5 Big Changes in the Medical & Life Sciences Products Industry
- Fluctuating senior populations mean ebbs and flows in medical-product needs. As baby boomers continue to age, the demand for lab and medical products grows. Conversely, over the next couple of decades, members of that generation will begin to dwindle. But the elderly population is expected to double again by the middle of this century, as life expectancies increase dramatically. Long story short: sales of laboratory testing and supply items that are steady right now may drop off temporarily and expand again—meaning that making solid client connections early gives you an edge over competitors.
- Medicare is experiencing growth in spending, while ACA constraints attempt to even it out. As more people become of Medicare-eligibility age, the Affordable Care Act has tried to curb unruly growth, which can have an adverse effect, too. Cuts in patient insurance reimbursements to healthcare providers and facilities are causing concern about product accessibility to patients in need of them. Although an excise tax was placed on medical and lab products in 2014, a moratorium and extension has been placed through 2019, postponing the 2.3% taxes on medical products and immediately making doctors and facilities prime sales targets.
- Medical products are largely separated from set pricing, so visibility is increasingly important. Because patients are billed for doctor visits and procedures and not for lab equipment and supplies, it’s difficult to appraise costs. Current legislation and a shift toward value-based care lead the industry toward fewer medical procedures and the aforementioned cuts in reimbursements to providers, all of which drive down purchasing from and profit for medical-product manufacturers. In this climate, it’s more important than ever for marketing campaigns to serve value-based messages to all members of a clinical buying committee.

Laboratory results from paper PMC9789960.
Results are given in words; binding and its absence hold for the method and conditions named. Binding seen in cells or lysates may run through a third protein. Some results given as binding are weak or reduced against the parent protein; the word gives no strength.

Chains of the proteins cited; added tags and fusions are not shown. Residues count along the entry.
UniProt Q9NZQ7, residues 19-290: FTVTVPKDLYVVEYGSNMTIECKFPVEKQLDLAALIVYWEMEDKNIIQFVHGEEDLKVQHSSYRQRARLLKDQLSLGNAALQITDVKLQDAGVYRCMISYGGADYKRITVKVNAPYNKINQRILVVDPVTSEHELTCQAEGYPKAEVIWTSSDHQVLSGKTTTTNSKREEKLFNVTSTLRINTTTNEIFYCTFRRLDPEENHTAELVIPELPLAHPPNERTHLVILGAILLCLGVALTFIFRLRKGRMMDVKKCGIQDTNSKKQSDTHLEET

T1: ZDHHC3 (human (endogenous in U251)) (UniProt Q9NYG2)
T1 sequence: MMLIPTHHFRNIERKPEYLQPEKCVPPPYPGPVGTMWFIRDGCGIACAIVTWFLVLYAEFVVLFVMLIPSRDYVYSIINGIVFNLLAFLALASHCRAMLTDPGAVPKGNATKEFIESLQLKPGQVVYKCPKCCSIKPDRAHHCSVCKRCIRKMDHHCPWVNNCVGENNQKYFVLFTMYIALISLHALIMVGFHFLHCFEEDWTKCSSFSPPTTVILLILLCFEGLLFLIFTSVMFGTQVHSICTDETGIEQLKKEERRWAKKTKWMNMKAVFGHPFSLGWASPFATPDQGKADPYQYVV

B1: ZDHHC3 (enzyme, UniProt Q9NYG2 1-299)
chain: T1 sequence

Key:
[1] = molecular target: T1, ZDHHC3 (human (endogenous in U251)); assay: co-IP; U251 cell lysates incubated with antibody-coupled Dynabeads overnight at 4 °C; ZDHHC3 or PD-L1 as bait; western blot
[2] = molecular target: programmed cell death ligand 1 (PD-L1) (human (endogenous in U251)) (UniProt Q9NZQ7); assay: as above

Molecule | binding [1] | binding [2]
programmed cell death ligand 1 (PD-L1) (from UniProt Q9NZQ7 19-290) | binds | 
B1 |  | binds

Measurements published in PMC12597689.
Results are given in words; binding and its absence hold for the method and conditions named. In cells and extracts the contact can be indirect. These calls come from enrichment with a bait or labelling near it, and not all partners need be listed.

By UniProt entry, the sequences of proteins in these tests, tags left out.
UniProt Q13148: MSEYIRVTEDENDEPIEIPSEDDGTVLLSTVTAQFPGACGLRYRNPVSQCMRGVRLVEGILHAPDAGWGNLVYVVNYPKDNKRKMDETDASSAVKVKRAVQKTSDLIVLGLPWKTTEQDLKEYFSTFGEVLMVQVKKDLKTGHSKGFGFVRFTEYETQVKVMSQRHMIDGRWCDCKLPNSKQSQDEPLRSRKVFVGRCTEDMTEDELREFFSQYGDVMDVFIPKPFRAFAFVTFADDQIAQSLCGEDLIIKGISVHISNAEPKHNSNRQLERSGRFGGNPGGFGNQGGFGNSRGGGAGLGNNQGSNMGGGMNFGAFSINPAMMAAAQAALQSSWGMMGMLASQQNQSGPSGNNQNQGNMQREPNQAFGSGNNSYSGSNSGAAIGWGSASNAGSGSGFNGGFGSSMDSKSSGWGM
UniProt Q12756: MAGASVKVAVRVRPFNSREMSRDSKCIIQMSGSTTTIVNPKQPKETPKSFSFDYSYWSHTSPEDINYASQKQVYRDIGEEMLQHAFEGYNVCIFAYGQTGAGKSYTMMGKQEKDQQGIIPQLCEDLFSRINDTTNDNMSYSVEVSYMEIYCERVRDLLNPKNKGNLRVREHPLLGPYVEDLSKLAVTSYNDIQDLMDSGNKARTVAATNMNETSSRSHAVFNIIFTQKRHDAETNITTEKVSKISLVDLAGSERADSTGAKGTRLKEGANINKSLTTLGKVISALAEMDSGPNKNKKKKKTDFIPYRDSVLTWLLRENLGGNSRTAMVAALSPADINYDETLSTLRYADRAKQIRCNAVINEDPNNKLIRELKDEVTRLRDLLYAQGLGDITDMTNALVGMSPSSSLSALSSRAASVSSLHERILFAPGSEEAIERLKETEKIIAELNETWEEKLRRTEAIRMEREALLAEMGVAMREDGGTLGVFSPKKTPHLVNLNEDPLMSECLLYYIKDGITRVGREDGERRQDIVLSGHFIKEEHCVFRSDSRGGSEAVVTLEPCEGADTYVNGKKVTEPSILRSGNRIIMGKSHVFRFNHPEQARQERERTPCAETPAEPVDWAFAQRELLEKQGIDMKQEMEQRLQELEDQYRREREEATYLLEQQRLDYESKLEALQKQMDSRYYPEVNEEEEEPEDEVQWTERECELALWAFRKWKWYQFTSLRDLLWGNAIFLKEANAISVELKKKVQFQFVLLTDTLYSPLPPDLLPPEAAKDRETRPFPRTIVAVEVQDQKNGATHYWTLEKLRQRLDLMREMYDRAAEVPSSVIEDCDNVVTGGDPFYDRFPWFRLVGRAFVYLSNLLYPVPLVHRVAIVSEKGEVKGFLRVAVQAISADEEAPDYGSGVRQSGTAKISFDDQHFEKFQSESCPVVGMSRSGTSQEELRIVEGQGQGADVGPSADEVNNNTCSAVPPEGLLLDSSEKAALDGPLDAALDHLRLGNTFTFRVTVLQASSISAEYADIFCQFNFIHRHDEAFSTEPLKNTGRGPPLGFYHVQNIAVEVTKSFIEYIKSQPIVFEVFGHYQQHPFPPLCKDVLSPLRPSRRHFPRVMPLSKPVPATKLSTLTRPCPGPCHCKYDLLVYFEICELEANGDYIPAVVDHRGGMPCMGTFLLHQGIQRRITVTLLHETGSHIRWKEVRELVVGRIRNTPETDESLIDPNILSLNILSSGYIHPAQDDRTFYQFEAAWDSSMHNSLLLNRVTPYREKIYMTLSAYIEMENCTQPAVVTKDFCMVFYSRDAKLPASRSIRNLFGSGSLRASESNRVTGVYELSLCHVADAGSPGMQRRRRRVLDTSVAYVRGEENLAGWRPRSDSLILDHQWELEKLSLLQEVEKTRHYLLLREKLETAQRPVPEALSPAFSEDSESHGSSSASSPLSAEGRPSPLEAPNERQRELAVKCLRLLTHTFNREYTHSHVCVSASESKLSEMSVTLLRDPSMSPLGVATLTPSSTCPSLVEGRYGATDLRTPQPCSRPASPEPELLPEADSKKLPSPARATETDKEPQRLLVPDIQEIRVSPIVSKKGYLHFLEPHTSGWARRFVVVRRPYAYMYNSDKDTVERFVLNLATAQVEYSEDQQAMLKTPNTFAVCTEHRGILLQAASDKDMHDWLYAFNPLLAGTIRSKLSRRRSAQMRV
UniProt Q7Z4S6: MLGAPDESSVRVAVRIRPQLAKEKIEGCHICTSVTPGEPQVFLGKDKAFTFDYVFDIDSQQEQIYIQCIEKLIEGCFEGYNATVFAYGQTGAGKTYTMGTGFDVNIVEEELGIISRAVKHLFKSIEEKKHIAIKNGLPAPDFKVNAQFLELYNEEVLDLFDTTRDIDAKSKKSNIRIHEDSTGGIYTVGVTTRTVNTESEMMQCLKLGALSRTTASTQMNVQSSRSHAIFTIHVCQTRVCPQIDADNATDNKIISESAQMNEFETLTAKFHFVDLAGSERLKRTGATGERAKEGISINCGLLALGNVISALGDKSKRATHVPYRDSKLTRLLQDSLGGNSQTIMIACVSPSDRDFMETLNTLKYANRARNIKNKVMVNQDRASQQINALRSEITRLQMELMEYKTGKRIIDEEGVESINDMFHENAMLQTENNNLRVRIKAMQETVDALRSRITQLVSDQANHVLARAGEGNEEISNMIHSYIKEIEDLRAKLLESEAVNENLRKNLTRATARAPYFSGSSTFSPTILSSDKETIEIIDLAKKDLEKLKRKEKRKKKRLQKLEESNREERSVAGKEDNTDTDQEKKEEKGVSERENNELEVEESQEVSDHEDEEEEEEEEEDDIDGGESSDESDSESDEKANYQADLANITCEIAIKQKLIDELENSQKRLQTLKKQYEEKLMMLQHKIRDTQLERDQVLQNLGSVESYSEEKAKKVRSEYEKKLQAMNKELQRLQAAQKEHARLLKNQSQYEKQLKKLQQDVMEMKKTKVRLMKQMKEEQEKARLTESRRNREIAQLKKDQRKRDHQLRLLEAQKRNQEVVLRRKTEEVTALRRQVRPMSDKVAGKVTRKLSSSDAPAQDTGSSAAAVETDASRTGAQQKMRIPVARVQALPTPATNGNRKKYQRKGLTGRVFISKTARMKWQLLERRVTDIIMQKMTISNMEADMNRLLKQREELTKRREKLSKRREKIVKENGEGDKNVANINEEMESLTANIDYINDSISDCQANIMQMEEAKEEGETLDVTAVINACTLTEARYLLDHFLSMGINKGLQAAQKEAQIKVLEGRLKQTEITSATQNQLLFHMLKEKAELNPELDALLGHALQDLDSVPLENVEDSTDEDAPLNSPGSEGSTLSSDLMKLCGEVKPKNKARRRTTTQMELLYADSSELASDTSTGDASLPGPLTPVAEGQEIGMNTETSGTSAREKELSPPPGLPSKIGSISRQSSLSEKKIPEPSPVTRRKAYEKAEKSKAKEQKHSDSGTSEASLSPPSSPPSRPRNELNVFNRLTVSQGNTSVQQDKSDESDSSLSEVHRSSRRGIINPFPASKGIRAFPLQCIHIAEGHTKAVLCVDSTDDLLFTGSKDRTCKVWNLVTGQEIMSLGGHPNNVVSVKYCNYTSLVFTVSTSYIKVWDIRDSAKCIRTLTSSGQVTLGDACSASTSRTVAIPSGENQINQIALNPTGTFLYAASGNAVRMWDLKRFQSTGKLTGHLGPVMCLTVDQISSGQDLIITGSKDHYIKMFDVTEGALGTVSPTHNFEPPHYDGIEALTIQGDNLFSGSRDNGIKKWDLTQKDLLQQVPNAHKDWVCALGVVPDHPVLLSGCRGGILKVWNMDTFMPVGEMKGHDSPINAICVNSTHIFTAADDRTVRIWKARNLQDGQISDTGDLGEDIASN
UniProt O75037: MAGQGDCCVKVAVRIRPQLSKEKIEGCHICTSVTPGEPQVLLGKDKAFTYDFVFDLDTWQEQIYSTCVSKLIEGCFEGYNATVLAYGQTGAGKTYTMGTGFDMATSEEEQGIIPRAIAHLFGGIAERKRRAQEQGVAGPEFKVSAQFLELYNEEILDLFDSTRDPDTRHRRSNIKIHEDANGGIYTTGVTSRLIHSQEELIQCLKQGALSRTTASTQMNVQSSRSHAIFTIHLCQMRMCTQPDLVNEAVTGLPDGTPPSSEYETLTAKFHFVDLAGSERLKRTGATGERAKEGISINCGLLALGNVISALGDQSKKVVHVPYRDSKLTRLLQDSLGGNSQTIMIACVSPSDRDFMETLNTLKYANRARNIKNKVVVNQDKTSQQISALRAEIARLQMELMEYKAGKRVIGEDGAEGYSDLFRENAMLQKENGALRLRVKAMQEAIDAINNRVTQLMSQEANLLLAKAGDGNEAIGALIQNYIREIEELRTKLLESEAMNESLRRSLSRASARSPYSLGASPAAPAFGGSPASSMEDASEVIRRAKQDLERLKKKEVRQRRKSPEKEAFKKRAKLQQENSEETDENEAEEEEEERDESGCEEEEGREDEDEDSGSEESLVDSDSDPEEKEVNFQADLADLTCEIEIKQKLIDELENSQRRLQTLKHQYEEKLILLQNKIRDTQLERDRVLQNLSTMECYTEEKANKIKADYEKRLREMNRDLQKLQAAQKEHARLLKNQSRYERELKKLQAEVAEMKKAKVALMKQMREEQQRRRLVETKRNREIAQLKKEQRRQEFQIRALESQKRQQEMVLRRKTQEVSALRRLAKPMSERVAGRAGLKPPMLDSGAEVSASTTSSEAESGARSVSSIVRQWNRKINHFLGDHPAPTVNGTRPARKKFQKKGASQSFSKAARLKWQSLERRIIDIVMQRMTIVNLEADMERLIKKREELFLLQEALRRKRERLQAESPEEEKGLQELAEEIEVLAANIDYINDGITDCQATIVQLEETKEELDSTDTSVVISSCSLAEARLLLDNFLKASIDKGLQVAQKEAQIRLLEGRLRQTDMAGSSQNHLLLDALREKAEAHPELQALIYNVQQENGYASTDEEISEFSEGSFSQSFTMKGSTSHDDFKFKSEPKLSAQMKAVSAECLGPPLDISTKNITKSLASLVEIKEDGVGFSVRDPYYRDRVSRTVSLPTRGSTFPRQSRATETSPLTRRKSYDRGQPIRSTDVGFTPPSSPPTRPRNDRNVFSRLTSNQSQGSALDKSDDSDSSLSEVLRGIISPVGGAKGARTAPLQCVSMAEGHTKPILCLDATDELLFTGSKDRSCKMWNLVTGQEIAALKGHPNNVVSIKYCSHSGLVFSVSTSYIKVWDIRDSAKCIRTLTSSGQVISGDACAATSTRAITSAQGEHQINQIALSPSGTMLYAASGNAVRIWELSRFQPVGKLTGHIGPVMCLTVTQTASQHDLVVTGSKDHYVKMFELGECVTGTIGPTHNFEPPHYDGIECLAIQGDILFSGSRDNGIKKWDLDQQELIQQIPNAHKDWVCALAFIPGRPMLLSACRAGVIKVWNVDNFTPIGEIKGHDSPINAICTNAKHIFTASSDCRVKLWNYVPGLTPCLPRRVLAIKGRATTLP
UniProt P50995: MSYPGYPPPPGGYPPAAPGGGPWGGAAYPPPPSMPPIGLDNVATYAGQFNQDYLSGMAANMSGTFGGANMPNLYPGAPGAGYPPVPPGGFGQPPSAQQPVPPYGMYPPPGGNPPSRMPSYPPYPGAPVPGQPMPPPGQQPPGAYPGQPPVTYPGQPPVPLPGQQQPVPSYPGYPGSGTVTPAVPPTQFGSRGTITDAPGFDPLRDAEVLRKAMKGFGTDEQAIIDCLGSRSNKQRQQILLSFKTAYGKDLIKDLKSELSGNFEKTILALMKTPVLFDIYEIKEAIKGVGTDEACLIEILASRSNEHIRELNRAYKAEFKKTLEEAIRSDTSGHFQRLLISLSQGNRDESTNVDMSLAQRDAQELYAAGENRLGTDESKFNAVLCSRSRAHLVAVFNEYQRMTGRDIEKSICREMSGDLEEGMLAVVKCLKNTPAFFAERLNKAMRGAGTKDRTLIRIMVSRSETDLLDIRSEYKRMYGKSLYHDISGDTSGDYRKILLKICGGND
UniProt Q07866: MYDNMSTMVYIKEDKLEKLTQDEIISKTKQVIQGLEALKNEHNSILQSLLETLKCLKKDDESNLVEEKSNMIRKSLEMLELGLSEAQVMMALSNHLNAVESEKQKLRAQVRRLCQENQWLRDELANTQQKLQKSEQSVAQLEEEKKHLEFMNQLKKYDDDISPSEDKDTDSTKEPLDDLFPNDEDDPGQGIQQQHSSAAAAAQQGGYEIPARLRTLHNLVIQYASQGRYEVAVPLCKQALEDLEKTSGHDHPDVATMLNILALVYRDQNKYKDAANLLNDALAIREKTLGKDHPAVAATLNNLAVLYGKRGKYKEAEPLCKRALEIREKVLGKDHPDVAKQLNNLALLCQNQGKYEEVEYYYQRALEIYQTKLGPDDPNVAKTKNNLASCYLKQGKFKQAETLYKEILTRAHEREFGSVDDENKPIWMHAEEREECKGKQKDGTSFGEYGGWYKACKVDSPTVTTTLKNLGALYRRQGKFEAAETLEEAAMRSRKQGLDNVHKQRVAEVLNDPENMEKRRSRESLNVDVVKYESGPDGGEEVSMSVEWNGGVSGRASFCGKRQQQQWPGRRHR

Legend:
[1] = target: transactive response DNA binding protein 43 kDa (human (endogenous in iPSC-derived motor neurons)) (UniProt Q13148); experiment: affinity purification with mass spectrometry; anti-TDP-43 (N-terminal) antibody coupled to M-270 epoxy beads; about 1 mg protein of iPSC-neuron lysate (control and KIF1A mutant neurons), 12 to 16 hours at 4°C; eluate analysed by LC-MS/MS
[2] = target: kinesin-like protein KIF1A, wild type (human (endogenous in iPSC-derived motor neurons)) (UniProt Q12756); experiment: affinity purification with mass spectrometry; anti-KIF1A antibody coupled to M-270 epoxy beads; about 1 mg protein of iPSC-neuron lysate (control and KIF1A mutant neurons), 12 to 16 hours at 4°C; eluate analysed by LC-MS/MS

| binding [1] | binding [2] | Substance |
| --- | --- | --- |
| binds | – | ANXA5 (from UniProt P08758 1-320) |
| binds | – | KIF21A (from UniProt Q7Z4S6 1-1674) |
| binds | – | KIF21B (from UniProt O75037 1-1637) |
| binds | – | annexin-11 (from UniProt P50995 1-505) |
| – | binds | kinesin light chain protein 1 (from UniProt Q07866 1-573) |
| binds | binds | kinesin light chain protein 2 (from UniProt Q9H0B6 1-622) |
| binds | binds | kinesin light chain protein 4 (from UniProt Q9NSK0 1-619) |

- Traditionally, innovation has driven the life-sciences product industry. Now, it’s a bit trickier. As the medical field transforms itself continually, there is less room for new products. Inventing has its own set of risks, financial and otherwise, and development of new devices is research-heavy and full of red tape. While the government places hefty regulations on the medical-products field, these also help curb competition with patenting restrictions. It’s no surprise how crucial timing is for lab-supplies manufacturers trying to acquire new providers for new products.
- Biotech testing is predicted to offset any stagnation. If 80% of diagnoses come as a result of common, routine laboratory testings, then the need for supplies will fluctuate significantly as baby boomers make their exits. Globally, medical labs are increasing spending nevertheless with the emergence of biotech and at-home testing kits. As all these changes are made over the next several decades, adapting to emerging trends and technologies with ABM makes all the difference in excelling in the life-science products industry as a whole.